Presentation on theme: "Symbiotic microorganisms: untapped resources for insect pest control Angela E. Douglas TRENDS in Biotechnology Vol.25 No.8 Opinion."— Presentation transcript:
Symbiotic microorganisms: untapped resources for insect pest control Angela E. Douglas TRENDS in Biotechnology Vol.25 No.8 Opinion
objectives Two approaches have particular potential: 1- The disruption of microbial symbionts required by insect pests. 1- The disruption of microbial symbionts required by insect pests. 2- Manipulation of microorganisms with major impacts on insect traits contributing to their pest status (e.g. capacity to vector diseases, natural enemy resistance)
The effectiveness of control methods in 20 th century Rapid and effective methods to control insect pests represent one of the many scientific achievements of the twentieth century. This has been achieved principally through chemical insecticides, with other approaches, including biological control agents and sterile-insect technique, valuable for certain pest species and contexts
Defect of pest control strategies However, the ‘ many strategies ’ in our insect pest control arsenal are not enough. Why? (i) An increasing recognition of the limitations of current approaches through pest resistance, and public and regulatory concerns over environmental and human health impacts, (ii) Novel pest scenarios (both ‘ new pests ’ and (ii) Novel pest scenarios (both ‘ new pests ’ and ‘ old pests in new places ’ ), as a result of burgeoning and Increasingly mobile human populations and climate change
Core of the problem Until recently, symbiotic microorganisms have been far more important to many insects than to most biologists, for the simple reason that most entomologists are not expert in microbiology
Perspective (Opinion or Shifting ) Douglas said that “ I believe that the science is now poised to shift from an exclusive focus on fundamental research towards application ”
Current approach Current approach A further control strategy based on the reproductive distortion of insect populations by the bacterium Wolbachia has been considered widely in the recent literature HM What is Wolbachia?
The diversity of insect – microbial symbioses Importantly, very few of these microorganisms are ‘ professional ’ pathogens. Most are harmless or beneficial to the insect, or only deleterious under specific circumstances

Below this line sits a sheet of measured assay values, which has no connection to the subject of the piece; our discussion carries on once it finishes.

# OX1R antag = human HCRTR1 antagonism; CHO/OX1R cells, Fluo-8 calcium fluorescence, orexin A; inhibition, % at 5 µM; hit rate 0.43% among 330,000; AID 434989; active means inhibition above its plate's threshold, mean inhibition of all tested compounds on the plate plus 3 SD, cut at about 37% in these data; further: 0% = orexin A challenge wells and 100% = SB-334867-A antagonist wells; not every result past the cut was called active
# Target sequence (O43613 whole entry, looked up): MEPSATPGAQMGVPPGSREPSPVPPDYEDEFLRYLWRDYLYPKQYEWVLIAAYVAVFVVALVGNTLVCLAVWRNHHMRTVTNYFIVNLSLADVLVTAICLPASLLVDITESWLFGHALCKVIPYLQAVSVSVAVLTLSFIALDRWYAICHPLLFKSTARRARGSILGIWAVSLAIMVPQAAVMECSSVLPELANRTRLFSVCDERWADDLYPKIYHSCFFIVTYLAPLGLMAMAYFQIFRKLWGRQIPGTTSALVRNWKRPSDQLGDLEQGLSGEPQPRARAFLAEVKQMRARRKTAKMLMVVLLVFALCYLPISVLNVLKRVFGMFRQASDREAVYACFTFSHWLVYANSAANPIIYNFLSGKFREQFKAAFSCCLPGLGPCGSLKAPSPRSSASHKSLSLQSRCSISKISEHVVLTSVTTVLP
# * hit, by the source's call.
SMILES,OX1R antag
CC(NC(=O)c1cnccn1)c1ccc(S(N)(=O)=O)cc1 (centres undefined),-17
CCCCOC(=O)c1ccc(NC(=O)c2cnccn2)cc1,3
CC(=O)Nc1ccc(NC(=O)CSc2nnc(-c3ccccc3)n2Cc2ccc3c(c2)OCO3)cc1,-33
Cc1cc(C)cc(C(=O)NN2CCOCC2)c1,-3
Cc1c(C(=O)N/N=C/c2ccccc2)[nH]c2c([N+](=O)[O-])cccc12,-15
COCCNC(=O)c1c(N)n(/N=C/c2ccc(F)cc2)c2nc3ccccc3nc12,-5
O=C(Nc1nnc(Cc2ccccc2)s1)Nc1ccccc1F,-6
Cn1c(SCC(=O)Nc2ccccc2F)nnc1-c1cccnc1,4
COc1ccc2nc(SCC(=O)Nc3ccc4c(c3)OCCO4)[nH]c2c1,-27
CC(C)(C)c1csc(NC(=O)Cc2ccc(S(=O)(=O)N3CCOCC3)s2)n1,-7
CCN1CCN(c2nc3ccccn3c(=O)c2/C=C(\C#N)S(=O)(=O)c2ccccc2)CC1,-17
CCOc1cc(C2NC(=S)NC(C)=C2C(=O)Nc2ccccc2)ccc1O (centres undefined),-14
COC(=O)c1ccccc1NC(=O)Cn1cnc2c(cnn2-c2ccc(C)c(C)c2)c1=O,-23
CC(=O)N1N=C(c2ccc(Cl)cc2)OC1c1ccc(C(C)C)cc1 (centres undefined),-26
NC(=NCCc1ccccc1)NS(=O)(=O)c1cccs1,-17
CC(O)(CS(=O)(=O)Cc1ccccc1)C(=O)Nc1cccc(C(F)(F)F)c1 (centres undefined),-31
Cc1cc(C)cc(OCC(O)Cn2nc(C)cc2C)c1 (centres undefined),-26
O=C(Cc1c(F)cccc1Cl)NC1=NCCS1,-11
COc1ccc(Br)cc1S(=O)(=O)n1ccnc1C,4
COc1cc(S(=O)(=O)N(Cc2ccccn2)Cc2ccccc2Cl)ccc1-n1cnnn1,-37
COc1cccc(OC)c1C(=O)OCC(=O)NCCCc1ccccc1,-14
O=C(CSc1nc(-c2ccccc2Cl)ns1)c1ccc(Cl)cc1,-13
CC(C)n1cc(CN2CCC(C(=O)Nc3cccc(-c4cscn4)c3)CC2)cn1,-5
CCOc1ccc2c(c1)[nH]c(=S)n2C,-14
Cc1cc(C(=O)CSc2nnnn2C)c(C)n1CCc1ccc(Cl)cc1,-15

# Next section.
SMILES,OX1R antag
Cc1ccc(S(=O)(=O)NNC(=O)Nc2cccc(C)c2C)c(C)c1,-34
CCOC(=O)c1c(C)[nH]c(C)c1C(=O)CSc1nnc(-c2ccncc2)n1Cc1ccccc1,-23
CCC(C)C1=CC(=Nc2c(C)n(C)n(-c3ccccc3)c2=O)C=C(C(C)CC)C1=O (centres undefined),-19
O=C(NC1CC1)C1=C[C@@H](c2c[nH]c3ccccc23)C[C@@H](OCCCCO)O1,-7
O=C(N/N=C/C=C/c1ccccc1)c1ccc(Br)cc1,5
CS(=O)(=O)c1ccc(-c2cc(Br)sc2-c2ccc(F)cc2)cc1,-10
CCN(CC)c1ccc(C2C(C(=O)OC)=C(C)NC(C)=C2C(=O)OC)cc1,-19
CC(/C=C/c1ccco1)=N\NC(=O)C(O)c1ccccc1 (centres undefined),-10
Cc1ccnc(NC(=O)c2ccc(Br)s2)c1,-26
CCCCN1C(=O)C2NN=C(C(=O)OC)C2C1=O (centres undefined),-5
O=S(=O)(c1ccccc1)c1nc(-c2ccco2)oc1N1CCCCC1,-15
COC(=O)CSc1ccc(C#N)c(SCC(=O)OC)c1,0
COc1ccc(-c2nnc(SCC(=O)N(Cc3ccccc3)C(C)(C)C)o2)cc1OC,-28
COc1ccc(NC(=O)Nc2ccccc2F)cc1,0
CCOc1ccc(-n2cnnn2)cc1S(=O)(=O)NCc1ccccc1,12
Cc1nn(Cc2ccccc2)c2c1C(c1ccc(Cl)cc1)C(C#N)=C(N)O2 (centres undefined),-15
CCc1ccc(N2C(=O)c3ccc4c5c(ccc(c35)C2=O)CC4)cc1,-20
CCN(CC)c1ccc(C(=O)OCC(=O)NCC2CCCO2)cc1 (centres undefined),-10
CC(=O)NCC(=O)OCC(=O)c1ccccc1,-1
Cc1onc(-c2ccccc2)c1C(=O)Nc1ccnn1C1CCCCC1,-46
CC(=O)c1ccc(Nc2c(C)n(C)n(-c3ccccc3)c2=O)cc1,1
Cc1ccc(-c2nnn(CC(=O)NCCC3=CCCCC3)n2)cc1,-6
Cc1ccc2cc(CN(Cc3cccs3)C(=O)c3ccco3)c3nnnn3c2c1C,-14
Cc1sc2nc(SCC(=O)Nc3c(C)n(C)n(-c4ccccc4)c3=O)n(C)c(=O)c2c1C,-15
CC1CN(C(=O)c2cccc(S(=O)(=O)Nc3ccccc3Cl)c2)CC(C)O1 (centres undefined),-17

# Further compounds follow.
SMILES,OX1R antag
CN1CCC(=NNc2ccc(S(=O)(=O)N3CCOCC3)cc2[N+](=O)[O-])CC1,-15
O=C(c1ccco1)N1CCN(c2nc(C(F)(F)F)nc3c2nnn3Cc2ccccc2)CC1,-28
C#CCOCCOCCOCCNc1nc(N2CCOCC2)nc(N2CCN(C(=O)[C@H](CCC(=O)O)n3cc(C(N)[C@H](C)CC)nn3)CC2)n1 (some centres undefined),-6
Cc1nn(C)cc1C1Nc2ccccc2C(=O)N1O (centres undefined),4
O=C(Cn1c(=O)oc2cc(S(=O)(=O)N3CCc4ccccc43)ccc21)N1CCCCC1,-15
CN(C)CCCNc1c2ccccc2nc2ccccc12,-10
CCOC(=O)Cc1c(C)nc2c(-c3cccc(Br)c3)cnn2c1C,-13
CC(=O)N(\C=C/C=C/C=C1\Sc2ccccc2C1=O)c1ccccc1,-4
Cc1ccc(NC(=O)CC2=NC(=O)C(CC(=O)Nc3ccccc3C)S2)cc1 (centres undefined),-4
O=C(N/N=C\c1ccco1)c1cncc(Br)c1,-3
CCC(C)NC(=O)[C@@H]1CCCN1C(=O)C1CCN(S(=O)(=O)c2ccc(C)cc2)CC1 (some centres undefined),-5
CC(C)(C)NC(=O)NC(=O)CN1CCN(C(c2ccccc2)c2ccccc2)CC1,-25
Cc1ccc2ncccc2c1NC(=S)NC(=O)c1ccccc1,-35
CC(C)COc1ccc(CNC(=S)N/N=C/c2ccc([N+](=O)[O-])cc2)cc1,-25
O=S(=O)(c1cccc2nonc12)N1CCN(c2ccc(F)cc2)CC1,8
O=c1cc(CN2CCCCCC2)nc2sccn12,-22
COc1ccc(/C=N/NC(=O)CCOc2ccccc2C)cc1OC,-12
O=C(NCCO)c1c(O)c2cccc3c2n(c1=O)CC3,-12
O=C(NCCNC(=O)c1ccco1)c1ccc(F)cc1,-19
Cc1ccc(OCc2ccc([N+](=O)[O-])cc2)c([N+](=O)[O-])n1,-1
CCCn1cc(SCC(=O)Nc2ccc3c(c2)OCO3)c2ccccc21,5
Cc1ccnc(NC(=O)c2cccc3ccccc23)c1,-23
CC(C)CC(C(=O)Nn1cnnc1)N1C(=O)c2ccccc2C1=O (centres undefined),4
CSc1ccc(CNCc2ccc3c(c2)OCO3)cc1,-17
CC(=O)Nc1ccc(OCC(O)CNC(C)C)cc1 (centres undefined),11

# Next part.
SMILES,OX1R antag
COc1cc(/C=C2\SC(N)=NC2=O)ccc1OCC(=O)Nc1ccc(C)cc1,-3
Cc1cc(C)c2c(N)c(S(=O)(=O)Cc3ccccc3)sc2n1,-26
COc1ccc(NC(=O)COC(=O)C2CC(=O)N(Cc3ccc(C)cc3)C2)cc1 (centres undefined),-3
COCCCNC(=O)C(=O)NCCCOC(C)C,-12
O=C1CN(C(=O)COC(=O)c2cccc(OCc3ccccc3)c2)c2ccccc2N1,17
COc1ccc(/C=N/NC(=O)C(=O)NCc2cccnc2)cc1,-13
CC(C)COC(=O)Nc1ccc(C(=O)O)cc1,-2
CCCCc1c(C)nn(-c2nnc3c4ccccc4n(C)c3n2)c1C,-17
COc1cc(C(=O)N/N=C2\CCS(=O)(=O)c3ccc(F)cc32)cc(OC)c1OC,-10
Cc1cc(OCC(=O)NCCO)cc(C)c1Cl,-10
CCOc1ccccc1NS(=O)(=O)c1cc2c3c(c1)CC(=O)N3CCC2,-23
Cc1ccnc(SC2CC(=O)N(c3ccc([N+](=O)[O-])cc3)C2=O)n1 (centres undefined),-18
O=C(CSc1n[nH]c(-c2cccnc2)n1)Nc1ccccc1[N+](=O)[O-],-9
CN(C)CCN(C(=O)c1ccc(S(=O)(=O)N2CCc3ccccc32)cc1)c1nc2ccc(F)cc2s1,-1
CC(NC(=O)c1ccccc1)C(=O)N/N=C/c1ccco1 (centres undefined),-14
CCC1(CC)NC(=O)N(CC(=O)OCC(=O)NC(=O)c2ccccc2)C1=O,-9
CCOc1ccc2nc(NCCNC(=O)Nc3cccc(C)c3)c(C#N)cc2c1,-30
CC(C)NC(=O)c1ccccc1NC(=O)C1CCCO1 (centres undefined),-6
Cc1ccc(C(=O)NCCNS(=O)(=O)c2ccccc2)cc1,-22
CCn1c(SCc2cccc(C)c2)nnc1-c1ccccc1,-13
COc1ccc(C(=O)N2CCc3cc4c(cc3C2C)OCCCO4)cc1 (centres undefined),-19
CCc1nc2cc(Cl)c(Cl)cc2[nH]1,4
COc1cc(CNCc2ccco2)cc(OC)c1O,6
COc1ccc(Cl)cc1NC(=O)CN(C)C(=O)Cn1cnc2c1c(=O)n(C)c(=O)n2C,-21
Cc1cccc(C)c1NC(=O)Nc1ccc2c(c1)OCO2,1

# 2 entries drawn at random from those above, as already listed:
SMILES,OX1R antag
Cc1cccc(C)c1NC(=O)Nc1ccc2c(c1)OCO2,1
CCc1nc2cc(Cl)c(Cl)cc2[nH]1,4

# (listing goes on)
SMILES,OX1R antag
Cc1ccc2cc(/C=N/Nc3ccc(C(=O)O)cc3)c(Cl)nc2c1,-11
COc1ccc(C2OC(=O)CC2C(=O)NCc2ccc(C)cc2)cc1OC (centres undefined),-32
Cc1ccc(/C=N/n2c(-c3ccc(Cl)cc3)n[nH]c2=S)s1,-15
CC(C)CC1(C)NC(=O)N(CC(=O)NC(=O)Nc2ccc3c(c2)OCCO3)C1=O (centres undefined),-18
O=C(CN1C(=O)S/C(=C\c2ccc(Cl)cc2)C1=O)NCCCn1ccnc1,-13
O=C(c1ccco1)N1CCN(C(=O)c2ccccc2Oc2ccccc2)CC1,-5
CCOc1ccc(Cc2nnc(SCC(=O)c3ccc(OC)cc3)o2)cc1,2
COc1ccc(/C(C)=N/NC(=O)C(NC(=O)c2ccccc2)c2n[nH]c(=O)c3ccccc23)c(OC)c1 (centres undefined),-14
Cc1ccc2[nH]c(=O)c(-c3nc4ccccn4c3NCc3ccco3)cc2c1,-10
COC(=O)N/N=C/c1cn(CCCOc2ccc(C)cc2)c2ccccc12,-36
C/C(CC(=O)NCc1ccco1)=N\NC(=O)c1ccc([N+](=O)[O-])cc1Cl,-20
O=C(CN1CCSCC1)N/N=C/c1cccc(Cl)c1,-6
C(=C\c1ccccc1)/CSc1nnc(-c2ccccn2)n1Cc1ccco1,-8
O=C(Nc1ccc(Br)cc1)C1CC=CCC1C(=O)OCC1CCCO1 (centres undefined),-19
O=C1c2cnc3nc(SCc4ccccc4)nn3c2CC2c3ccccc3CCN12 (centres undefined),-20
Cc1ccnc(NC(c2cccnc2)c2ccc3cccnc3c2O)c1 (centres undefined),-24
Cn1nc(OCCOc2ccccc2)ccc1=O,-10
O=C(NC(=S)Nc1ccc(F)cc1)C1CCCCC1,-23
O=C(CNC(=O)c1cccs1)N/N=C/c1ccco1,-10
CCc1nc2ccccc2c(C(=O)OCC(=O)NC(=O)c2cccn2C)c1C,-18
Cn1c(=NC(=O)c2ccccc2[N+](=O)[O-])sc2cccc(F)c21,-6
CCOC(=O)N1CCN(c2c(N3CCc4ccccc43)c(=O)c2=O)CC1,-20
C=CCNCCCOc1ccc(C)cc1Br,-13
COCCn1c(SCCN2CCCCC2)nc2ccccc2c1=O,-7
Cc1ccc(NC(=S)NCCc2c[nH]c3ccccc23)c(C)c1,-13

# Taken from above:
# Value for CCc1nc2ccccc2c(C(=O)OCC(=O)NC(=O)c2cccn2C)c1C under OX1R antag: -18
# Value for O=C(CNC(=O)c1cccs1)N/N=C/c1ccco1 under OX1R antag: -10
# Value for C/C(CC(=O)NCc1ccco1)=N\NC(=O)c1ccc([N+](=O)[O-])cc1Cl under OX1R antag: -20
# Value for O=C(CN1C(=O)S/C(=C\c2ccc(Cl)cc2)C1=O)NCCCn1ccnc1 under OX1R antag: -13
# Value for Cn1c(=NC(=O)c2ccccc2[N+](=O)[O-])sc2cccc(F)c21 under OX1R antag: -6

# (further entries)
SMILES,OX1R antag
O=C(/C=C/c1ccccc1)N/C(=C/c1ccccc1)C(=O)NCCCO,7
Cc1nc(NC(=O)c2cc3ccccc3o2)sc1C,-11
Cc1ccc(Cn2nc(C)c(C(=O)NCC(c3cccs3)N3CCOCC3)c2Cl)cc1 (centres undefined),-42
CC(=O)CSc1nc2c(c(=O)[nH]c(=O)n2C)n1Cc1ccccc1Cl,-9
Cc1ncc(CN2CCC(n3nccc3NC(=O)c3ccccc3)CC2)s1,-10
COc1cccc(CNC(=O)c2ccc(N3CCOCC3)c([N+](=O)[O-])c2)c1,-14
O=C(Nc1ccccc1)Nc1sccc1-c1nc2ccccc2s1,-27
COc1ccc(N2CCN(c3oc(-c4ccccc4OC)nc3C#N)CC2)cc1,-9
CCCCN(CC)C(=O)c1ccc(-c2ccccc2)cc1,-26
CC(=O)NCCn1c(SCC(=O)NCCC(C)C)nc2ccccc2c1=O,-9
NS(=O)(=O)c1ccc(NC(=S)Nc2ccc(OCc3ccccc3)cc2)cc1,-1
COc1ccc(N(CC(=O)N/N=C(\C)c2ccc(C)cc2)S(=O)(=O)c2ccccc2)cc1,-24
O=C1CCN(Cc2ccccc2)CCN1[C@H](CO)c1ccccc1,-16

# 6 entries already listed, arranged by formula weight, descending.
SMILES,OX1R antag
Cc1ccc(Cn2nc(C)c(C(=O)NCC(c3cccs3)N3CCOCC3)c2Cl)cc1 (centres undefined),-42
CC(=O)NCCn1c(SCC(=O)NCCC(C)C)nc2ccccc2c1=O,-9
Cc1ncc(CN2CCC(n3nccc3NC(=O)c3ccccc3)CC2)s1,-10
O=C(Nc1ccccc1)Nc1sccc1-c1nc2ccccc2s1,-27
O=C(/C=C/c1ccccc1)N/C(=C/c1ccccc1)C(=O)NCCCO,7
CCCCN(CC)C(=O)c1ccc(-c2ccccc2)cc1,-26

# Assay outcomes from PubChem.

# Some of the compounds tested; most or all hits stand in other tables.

Only deleterious under specific circumstances When the Bt toxin is ingested by gypsy moth caterpillars, it disrupts the insect gut wall. This allows otherwise harmless bacteria in the gut lumen of the insect to gain access to the body tissues, where they proliferate, rapidly causing septicaemia and insect death. In other words, each of the gut microbiota and Bt toxin is harmless on its own, and pathogenicity is caused by their co-occurrence HM How was the gypsy moth entered USA?
Disruption of microbial symbioses required by insect pest The mycetocyte symbioses include various pest taxa, including planthoppers, aphids, tsetse flies and lice, with the common trait that they feed on grossly unbalanced or inadequate diets (blood, plant sap, wood, etc.)
This symbiosis-based strategy is suitable for situations requiring the suppression of insect pest populations over a period of days to weeks but not immediate insect death. Antibiotics
Two complementary approaches are needed: to identify specific targets, and to screen for symbiosis-active compounds.
Compounds active against mycetocyte symbioses The search for compounds active against mycetocyte symbioses has barely started. A probable source is the plant kingdom, for such compounds would provide defense against phytophagous insects with mycetocyte symbionts.
Compounds active against mycetocyte symbioses This yielded certain labiate plants that selectively depressed the performance of aphids containing the usual complement of Buchnera bacteria.
Compounds active against mycetocyte symbioses there might be overlap in the underlying molecular mechanisms through convergence, leading to the availability of single compounds (or classes of compounds) active against a range of insect pests of agricultural, medical and veterinary importance
Symbiont-mediated manipulation of insect traits The purpose of this strategy is not to eradicate the pest but to eliminate the harmful effects of the pest It is particularly relevant to insect vectors of disease. If only we could engineer vector- incompetent insects!
Symbiont-mediated manipulation of insect traits To date, most progress has been made by introducing traits to symbiotic microorganisms by genetic manipulation. This approach was originally termed paratransgenesis, defined formally as the modification of the insect phenotype by genetic transformation of its associated microorganisms(s), and it is also referred to as ‘ symbiont-based control ’ and ‘ symbiotic control ’. This approach is particularly suitable for microbial symbionts that can be cultured and transformed readily.